When news broke last Thursday that Amber Heard may have been abused by Johnny Depp, I was already having a pretty disturbing day. I had just learned that Blake Leibel, for whom I had worked for as a proofreader and writer until last December, had murdered his girlfriend. And now seeing that one of my favorite childhood idols quite possibly used his bisexual wife as a punching bag, it suddenly seemed like no matter how well you know someone — whether they’re a celebrity or someone in your personal life — they can always turn out to be someone you never expected.
But the attacks Amber Heard received for being bisexual were entirely expected. The media suddenly painted her as an evil gold digger who was cheating on Johnny with other bisexual celebrities — like Cara Delevingne (convenient, much?).
A particular disturbing article in Hollywood Life blamed Heard’s “bisexual tendencies” for the marriage falling apart. FYI — bisexuality isn’t a “tendency.” It’s an identity. One that doesn’t make you any more likely to cheat on your partner than someone of any other orientation.
Suddenly, everyone from tabloids to Depp’s biggest fans on Twitter were telling us that marks on her face were not real, that she used stage makeup to fake the bruises. And the PR machine for the massive movie star allegedly sprung into overdrive to paint Amber as a fraud, a victim who suspiciously cracked a smile once she was finally free of her abuser at a party the next day — because, don’t you know, domestic violence victims are only allowed to sulk. But she got criticized for that, too, after she left a court hearing “pretending” to be really upset while sporting a bruise on her cheek.
Aside from a few articles, the media seemed to skim over Depp’s penchant for getting wasted and allegedly growing biphobically paranoid about his queer wife’s friendships with gay women like Tillet Wright. The media have unnaturally focused on the blond bisexual actress who dared to make us think yucky things about one of our favorite movie stars, the quirk master in general. And after all, her bruises weren’t that big. No, they were just shaped like the cell phone she claims he threw at her.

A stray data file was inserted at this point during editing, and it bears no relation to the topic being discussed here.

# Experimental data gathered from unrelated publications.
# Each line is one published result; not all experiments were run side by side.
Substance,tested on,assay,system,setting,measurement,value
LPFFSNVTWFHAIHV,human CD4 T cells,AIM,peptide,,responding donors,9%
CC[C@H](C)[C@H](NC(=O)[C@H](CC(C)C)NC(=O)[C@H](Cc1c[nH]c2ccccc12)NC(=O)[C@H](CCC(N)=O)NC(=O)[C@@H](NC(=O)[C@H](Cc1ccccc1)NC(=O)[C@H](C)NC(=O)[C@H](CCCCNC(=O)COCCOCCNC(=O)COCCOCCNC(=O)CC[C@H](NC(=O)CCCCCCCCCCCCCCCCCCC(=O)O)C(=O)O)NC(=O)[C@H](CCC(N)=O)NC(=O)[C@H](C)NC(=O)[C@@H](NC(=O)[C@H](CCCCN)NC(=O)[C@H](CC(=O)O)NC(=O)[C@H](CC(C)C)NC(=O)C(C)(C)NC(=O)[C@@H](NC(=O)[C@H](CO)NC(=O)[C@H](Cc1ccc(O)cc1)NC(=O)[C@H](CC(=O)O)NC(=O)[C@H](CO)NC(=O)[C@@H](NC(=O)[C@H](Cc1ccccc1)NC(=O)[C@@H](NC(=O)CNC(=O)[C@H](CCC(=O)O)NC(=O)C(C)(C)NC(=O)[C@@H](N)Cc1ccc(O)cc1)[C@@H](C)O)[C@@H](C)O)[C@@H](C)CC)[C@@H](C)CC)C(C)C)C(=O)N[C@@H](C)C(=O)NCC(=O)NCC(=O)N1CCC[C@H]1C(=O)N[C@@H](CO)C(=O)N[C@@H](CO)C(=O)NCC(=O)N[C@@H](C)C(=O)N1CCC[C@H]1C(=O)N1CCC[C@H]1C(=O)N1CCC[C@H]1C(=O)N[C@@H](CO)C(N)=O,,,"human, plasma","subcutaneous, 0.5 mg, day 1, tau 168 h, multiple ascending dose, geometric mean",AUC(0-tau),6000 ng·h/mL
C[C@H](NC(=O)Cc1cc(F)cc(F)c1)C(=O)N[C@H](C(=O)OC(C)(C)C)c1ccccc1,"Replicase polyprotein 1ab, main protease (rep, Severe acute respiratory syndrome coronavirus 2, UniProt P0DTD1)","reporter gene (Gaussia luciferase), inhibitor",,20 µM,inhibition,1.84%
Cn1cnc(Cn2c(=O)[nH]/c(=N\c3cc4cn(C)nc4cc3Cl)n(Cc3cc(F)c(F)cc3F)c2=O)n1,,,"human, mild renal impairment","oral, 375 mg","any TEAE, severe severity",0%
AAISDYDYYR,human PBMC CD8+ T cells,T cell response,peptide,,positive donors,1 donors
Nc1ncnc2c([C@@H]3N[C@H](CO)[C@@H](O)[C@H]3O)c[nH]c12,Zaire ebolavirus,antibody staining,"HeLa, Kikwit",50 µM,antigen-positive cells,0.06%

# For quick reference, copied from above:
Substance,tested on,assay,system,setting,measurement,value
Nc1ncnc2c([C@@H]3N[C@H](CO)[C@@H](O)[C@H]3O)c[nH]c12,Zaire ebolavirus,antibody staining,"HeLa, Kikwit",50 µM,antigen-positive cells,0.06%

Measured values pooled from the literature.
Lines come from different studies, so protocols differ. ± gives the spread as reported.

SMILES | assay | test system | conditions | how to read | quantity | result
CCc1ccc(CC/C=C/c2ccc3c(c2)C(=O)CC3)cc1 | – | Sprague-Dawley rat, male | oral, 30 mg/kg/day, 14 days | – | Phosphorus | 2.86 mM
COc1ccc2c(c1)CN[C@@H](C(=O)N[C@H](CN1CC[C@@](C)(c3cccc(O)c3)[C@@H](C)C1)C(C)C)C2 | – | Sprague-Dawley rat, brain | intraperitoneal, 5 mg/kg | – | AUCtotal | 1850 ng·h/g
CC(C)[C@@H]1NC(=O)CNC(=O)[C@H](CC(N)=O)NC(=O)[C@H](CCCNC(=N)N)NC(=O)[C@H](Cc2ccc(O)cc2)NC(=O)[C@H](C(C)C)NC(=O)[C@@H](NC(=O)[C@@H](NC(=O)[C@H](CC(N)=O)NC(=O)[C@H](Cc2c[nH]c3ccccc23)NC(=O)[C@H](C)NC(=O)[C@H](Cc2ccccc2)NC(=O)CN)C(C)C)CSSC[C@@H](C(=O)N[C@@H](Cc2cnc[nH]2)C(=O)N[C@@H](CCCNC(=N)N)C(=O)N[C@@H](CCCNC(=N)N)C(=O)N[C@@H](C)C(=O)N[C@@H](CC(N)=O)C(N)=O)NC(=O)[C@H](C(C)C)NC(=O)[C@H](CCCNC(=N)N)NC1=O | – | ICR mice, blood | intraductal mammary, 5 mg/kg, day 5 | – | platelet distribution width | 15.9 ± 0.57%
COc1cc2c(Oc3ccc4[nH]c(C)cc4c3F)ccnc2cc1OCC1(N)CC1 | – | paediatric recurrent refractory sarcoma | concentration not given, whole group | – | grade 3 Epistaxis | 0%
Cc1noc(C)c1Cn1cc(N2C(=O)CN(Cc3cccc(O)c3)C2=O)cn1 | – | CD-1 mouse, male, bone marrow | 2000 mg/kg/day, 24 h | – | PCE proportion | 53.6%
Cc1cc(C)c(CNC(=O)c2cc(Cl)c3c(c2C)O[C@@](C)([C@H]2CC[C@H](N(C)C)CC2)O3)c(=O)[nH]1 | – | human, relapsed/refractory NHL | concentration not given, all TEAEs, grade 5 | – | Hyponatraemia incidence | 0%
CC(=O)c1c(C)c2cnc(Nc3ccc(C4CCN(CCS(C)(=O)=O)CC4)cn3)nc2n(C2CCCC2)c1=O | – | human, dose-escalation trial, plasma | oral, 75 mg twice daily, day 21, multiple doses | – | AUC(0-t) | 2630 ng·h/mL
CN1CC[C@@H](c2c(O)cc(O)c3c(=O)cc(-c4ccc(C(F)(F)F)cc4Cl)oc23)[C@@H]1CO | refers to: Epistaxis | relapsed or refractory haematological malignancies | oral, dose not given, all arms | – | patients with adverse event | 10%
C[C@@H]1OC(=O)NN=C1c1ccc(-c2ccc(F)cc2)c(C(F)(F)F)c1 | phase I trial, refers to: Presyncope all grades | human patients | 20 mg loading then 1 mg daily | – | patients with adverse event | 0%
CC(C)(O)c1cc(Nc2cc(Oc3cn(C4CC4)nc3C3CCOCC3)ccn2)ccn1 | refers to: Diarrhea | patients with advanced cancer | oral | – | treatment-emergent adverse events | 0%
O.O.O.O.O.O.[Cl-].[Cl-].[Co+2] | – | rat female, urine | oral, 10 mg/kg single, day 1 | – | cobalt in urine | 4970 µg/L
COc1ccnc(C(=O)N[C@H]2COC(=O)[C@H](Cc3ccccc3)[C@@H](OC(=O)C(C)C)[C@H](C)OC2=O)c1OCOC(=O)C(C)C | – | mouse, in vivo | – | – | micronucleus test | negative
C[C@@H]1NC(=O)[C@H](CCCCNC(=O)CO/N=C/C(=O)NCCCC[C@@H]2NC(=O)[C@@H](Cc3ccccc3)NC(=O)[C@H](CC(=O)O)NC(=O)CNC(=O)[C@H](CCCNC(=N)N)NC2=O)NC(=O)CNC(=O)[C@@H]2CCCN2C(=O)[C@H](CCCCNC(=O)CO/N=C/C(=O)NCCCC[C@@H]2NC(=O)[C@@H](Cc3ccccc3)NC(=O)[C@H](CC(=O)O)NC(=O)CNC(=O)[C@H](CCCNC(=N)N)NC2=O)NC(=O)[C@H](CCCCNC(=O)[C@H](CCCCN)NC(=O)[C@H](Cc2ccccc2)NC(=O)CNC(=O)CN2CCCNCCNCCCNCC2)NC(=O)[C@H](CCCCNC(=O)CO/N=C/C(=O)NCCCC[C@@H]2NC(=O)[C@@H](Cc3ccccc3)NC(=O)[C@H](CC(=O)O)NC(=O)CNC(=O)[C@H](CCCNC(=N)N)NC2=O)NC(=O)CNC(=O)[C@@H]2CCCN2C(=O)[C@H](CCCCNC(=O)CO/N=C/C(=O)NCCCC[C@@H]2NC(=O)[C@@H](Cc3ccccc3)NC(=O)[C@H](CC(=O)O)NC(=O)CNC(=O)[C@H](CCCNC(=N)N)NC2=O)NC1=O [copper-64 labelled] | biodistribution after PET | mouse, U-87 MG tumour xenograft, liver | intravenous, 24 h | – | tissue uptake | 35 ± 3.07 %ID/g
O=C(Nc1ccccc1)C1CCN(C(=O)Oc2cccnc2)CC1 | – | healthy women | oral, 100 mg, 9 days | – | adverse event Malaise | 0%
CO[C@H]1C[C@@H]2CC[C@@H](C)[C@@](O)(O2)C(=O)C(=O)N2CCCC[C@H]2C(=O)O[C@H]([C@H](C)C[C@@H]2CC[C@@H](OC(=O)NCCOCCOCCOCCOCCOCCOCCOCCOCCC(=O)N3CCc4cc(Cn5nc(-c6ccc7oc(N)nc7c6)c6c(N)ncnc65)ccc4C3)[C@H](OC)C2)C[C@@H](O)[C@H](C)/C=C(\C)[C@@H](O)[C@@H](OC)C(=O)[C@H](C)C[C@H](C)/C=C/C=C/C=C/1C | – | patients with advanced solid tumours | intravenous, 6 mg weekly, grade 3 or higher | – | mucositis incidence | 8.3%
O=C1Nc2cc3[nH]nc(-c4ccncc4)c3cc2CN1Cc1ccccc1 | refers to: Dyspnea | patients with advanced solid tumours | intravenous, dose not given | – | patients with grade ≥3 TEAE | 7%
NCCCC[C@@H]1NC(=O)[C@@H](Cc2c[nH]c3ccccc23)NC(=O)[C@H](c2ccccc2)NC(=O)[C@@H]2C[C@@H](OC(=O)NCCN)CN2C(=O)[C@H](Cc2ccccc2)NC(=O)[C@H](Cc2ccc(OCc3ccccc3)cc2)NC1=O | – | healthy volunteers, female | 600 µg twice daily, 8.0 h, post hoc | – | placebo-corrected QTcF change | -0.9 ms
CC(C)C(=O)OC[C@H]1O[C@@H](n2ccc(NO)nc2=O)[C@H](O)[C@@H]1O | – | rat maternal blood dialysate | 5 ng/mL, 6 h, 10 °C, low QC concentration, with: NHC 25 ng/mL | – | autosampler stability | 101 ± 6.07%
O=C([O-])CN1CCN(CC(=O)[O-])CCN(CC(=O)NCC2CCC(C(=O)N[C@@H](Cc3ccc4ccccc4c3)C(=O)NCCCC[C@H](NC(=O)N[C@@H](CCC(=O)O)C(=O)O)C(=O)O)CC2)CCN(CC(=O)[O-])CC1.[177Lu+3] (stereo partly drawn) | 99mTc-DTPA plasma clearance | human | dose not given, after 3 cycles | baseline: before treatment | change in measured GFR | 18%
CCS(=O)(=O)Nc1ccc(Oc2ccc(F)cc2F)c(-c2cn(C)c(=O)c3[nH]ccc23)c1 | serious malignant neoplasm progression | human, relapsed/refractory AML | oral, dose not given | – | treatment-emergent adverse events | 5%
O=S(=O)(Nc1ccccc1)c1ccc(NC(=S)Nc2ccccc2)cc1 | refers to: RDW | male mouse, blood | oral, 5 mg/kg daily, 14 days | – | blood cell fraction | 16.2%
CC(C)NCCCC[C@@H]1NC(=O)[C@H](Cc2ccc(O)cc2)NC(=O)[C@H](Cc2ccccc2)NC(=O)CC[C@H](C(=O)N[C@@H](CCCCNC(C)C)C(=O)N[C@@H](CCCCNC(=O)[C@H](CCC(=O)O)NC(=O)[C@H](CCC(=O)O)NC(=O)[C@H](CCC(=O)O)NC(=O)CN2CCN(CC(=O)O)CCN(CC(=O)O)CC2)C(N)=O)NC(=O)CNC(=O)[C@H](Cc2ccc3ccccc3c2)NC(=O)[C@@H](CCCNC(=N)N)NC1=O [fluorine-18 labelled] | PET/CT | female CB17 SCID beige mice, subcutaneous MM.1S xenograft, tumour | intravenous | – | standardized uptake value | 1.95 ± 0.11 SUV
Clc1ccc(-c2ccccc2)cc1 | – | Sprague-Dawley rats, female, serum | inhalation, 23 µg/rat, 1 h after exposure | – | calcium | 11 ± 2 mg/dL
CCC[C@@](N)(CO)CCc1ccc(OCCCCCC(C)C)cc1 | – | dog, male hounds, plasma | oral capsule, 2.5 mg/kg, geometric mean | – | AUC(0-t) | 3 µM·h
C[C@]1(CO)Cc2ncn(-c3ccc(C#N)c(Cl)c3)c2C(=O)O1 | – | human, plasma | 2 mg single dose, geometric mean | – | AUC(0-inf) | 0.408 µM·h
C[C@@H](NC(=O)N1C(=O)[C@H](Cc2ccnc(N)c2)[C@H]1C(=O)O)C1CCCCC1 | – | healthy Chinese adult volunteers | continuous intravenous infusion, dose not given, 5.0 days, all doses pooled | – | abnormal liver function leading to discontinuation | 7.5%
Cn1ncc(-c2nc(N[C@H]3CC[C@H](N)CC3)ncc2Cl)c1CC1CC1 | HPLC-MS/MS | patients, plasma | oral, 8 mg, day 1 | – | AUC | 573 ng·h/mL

But what the media’s not telling you about Amber Heard is that she’s just another statistic, a casualty of the high rates of abuse that everyday bisexual women face. The National Intimate Partner and Sexual Violence Survey released by the Centers for Disease Control and Prevention in 2013 found that 61 percent of bisexual women have a lifetime prevalence of rape, physical violence, and/or stalking by an intimate partner — as opposed to 35 percent of heterosexual women and 43 percent of lesbians.
If that’s not enough for you, try this — 49 percent of bisexual women have a lifetime prevalence of severe physical violence by an intimate partner (e.g., being hit with a fist or something hard, slammed against something, or beaten), as opposed to 23 percent of heterosexual women and 29 percent of lesbians. In other words, there’s an epidemic of violence against bisexual women that no one in the media seems to care to report — even with a celebrity news peg.
No one in the media seems to know about these numbers, let alone question why they are so high. But the answer can be seen clear as day in Amber’s case — in the abuser’s mind, a bisexual woman could be cheating on him (or her) with anyone. This leads to more frequent instances of irrational jealousy from the abuser that also serves to isolate the victim from allies and friends of the same sex.
So you can cry for the injustice of it all — that a middle-aged man landed a woman half his age and might have to give her some of his $400 million for the suffering that he caused her. Or you can tell your friends about the horrific abuse statistics for bisexual women and try to carve out some empathy for a community no one seems to deem relevant enough to mention.
For me, and thousands of other bisexual women like me, it’s a no-brainer — #ImWithAmber.